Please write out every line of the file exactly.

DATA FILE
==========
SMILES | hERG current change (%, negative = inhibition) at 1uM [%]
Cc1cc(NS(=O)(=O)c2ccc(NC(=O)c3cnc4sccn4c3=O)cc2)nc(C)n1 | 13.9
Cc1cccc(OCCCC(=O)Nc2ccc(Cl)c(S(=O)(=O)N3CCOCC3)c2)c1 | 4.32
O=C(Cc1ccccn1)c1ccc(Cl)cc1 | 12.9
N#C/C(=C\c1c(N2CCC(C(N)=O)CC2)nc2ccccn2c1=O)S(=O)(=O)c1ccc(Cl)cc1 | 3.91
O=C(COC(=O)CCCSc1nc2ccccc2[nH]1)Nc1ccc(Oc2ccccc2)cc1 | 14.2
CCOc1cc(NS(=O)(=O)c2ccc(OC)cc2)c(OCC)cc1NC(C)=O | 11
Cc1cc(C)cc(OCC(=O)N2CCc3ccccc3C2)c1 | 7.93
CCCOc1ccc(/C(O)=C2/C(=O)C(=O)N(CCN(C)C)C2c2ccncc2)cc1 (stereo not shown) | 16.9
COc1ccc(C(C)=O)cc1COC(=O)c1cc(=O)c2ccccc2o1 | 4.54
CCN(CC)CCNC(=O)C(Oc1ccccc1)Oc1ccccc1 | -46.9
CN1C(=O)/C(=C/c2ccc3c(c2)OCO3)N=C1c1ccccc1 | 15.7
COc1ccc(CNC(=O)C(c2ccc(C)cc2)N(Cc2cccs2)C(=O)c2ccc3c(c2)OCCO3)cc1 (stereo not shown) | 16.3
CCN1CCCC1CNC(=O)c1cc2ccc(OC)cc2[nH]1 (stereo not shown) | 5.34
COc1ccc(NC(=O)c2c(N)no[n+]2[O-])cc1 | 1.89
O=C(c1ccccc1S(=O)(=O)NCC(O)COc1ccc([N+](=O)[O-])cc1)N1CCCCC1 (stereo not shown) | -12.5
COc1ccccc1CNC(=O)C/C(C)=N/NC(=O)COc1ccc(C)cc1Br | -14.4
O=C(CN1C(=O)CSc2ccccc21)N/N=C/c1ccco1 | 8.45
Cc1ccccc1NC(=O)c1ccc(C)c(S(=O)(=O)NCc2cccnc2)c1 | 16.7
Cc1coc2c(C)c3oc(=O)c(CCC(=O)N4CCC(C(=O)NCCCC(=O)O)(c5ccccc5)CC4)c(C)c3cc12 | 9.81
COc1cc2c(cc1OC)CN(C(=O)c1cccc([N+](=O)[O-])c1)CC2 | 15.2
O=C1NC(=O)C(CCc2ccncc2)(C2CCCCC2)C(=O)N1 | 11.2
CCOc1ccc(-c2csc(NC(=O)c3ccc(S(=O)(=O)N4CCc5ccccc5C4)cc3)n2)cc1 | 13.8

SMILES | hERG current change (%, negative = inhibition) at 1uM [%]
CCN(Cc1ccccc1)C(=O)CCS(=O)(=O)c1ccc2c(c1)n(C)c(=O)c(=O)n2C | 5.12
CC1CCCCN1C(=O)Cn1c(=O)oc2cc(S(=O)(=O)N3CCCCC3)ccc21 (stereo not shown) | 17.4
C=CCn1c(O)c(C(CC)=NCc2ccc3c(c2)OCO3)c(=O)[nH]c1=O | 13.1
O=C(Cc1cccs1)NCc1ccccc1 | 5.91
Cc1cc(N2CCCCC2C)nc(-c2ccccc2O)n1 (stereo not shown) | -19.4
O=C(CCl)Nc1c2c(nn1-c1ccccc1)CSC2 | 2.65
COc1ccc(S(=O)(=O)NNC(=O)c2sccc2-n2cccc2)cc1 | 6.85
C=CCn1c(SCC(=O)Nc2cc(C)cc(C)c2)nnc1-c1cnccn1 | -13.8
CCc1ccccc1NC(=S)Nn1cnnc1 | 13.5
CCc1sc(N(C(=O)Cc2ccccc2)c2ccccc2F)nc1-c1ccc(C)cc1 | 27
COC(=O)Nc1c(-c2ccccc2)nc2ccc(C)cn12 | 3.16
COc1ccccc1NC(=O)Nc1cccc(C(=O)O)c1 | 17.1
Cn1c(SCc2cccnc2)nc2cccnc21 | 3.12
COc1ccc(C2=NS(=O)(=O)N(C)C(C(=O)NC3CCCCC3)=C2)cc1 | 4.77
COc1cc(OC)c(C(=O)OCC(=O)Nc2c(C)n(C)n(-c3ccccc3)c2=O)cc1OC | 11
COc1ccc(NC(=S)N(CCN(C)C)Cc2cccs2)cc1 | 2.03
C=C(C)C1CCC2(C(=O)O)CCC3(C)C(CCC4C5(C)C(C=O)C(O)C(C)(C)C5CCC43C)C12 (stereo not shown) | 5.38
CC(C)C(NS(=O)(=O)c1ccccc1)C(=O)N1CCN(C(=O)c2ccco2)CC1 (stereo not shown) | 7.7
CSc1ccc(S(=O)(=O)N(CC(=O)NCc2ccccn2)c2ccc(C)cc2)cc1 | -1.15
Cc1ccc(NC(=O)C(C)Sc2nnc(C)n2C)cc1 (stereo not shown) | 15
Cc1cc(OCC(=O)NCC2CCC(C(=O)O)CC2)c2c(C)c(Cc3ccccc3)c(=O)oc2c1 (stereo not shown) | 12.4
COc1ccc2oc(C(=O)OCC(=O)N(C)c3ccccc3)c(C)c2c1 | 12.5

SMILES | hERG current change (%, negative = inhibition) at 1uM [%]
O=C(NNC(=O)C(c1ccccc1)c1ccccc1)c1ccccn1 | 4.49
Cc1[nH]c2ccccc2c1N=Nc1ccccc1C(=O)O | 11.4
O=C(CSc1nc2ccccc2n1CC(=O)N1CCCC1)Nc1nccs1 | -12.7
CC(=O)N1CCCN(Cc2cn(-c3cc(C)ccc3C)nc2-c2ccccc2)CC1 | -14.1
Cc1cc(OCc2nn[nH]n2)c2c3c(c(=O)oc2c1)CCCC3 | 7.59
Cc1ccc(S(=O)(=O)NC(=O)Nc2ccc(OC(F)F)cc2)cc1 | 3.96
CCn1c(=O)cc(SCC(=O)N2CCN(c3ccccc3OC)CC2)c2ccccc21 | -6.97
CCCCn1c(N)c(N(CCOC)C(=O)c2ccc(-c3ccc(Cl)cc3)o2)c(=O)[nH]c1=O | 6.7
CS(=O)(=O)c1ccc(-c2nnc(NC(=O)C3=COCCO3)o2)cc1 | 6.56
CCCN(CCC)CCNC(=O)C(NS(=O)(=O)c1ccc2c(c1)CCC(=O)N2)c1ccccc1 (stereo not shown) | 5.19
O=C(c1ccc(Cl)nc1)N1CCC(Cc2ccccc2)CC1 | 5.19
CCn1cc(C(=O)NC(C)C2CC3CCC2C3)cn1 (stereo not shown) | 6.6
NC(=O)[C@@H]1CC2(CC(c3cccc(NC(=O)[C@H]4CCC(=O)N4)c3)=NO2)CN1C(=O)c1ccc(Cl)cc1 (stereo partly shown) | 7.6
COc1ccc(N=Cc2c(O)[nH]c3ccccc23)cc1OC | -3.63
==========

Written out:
SMILES | hERG current change (%, negative = inhibition) at 1uM [%]
Cc1cc(NS(=O)(=O)c2ccc(NC(=O)c3cnc4sccn4c3=O)cc2)nc(C)n1 | 13.9
Cc1cccc(OCCCC(=O)Nc2ccc(Cl)c(S(=O)(=O)N3CCOCC3)c2)c1 | 4.32
O=C(Cc1ccccn1)c1ccc(Cl)cc1 | 12.9
N#C/C(=C\c1c(N2CCC(C(N)=O)CC2)nc2ccccn2c1=O)S(=O)(=O)c1ccc(Cl)cc1 | 3.91
O=C(COC(=O)CCCSc1nc2ccccc2[nH]1)Nc1ccc(Oc2ccccc2)cc1 | 14.2
CCOc1cc(NS(=O)(=O)c2ccc(OC)cc2)c(OCC)cc1NC(C)=O | 11
Cc1cc(C)cc(OCC(=O)N2CCc3ccccc3C2)c1 | 7.93
CCCOc1ccc(/C(O)=C2/C(=O)C(=O)N(CCN(C)C)C2c2ccncc2)cc1 (stereo not shown) | 16.9
COc1ccc(C(C)=O)cc1COC(=O)c1cc(=O)c2ccccc2o1 | 4.54
CCN(CC)CCNC(=O)C(Oc1ccccc1)Oc1ccccc1 | -46.9
CN1C(=O)/C(=C/c2ccc3c(c2)OCO3)N=C1c1ccccc1 | 15.7
COc1ccc(CNC(=O)C(c2ccc(C)cc2)N(Cc2cccs2)C(=O)c2ccc3c(c2)OCCO3)cc1 (stereo not shown) | 16.3
CCN1CCCC1CNC(=O)c1cc2ccc(OC)cc2[nH]1 (stereo not shown) | 5.34
COc1ccc(NC(=O)c2c(N)no[n+]2[O-])cc1 | 1.89
O=C(c1ccccc1S(=O)(=O)NCC(O)COc1ccc([N+](=O)[O-])cc1)N1CCCCC1 (stereo not shown) | -12.5
COc1ccccc1CNC(=O)C/C(C)=N/NC(=O)COc1ccc(C)cc1Br | -14.4
O=C(CN1C(=O)CSc2ccccc21)N/N=C/c1ccco1 | 8.45
Cc1ccccc1NC(=O)c1ccc(C)c(S(=O)(=O)NCc2cccnc2)c1 | 16.7
Cc1coc2c(C)c3oc(=O)c(CCC(=O)N4CCC(C(=O)NCCCC(=O)O)(c5ccccc5)CC4)c(C)c3cc12 | 9.81
COc1cc2c(cc1OC)CN(C(=O)c1cccc([N+](=O)[O-])c1)CC2 | 15.2
O=C1NC(=O)C(CCc2ccncc2)(C2CCCCC2)C(=O)N1 | 11.2
CCOc1ccc(-c2csc(NC(=O)c3ccc(S(=O)(=O)N4CCc5ccccc5C4)cc3)n2)cc1 | 13.8

SMILES | hERG current change (%, negative = inhibition) at 1uM [%]
CCN(Cc1ccccc1)C(=O)CCS(=O)(=O)c1ccc2c(c1)n(C)c(=O)c(=O)n2C | 5.12
CC1CCCCN1C(=O)Cn1c(=O)oc2cc(S(=O)(=O)N3CCCCC3)ccc21 (stereo not shown) | 17.4
C=CCn1c(O)c(C(CC)=NCc2ccc3c(c2)OCO3)c(=O)[nH]c1=O | 13.1
O=C(Cc1cccs1)NCc1ccccc1 | 5.91
Cc1cc(N2CCCCC2C)nc(-c2ccccc2O)n1 (stereo not shown) | -19.4
O=C(CCl)Nc1c2c(nn1-c1ccccc1)CSC2 | 2.65
COc1ccc(S(=O)(=O)NNC(=O)c2sccc2-n2cccc2)cc1 | 6.85
C=CCn1c(SCC(=O)Nc2cc(C)cc(C)c2)nnc1-c1cnccn1 | -13.8
CCc1ccccc1NC(=S)Nn1cnnc1 | 13.5
CCc1sc(N(C(=O)Cc2ccccc2)c2ccccc2F)nc1-c1ccc(C)cc1 | 27
COC(=O)Nc1c(-c2ccccc2)nc2ccc(C)cn12 | 3.16
COc1ccccc1NC(=O)Nc1cccc(C(=O)O)c1 | 17.1
Cn1c(SCc2cccnc2)nc2cccnc21 | 3.12
COc1ccc(C2=NS(=O)(=O)N(C)C(C(=O)NC3CCCCC3)=C2)cc1 | 4.77
COc1cc(OC)c(C(=O)OCC(=O)Nc2c(C)n(C)n(-c3ccccc3)c2=O)cc1OC | 11
COc1ccc(NC(=S)N(CCN(C)C)Cc2cccs2)cc1 | 2.03
C=C(C)C1CCC2(C(=O)O)CCC3(C)C(CCC4C5(C)C(C=O)C(O)C(C)(C)C5CCC43C)C12 (stereo not shown) | 5.38
CC(C)C(NS(=O)(=O)c1ccccc1)C(=O)N1CCN(C(=O)c2ccco2)CC1 (stereo not shown) | 7.7
CSc1ccc(S(=O)(=O)N(CC(=O)NCc2ccccn2)c2ccc(C)cc2)cc1 | -1.15
Cc1ccc(NC(=O)C(C)Sc2nnc(C)n2C)cc1 (stereo not shown) | 15
Cc1cc(OCC(=O)NCC2CCC(C(=O)O)CC2)c2c(C)c(Cc3ccccc3)c(=O)oc2c1 (stereo not shown) | 12.4
COc1ccc2oc(C(=O)OCC(=O)N(C)c3ccccc3)c(C)c2c1 | 12.5

SMILES | hERG current change (%, negative = inhibition) at 1uM [%]
O=C(NNC(=O)C(c1ccccc1)c1ccccc1)c1ccccn1 | 4.49
Cc1[nH]c2ccccc2c1N=Nc1ccccc1C(=O)O | 11.4
O=C(CSc1nc2ccccc2n1CC(=O)N1CCCC1)Nc1nccs1 | -12.7
CC(=O)N1CCCN(Cc2cn(-c3cc(C)ccc3C)nc2-c2ccccc2)CC1 | -14.1
Cc1cc(OCc2nn[nH]n2)c2c3c(c(=O)oc2c1)CCCC3 | 7.59
Cc1ccc(S(=O)(=O)NC(=O)Nc2ccc(OC(F)F)cc2)cc1 | 3.96
CCn1c(=O)cc(SCC(=O)N2CCN(c3ccccc3OC)CC2)c2ccccc21 | -6.97
CCCCn1c(N)c(N(CCOC)C(=O)c2ccc(-c3ccc(Cl)cc3)o2)c(=O)[nH]c1=O | 6.7
CS(=O)(=O)c1ccc(-c2nnc(NC(=O)C3=COCCO3)o2)cc1 | 6.56
CCCN(CCC)CCNC(=O)C(NS(=O)(=O)c1ccc2c(c1)CCC(=O)N2)c1ccccc1 (stereo not shown) | 5.19
O=C(c1ccc(Cl)nc1)N1CCC(Cc2ccccc2)CC1 | 5.19
CCn1cc(C(=O)NC(C)C2CC3CCC2C3)cn1 (stereo not shown) | 6.6
NC(=O)[C@@H]1CC2(CC(c3cccc(NC(=O)[C@H]4CCC(=O)N4)c3)=NO2)CN1C(=O)c1ccc(Cl)cc1 (stereo partly shown) | 7.6
COc1ccc(N=Cc2c(O)[nH]c3ccccc23)cc1OC | -3.63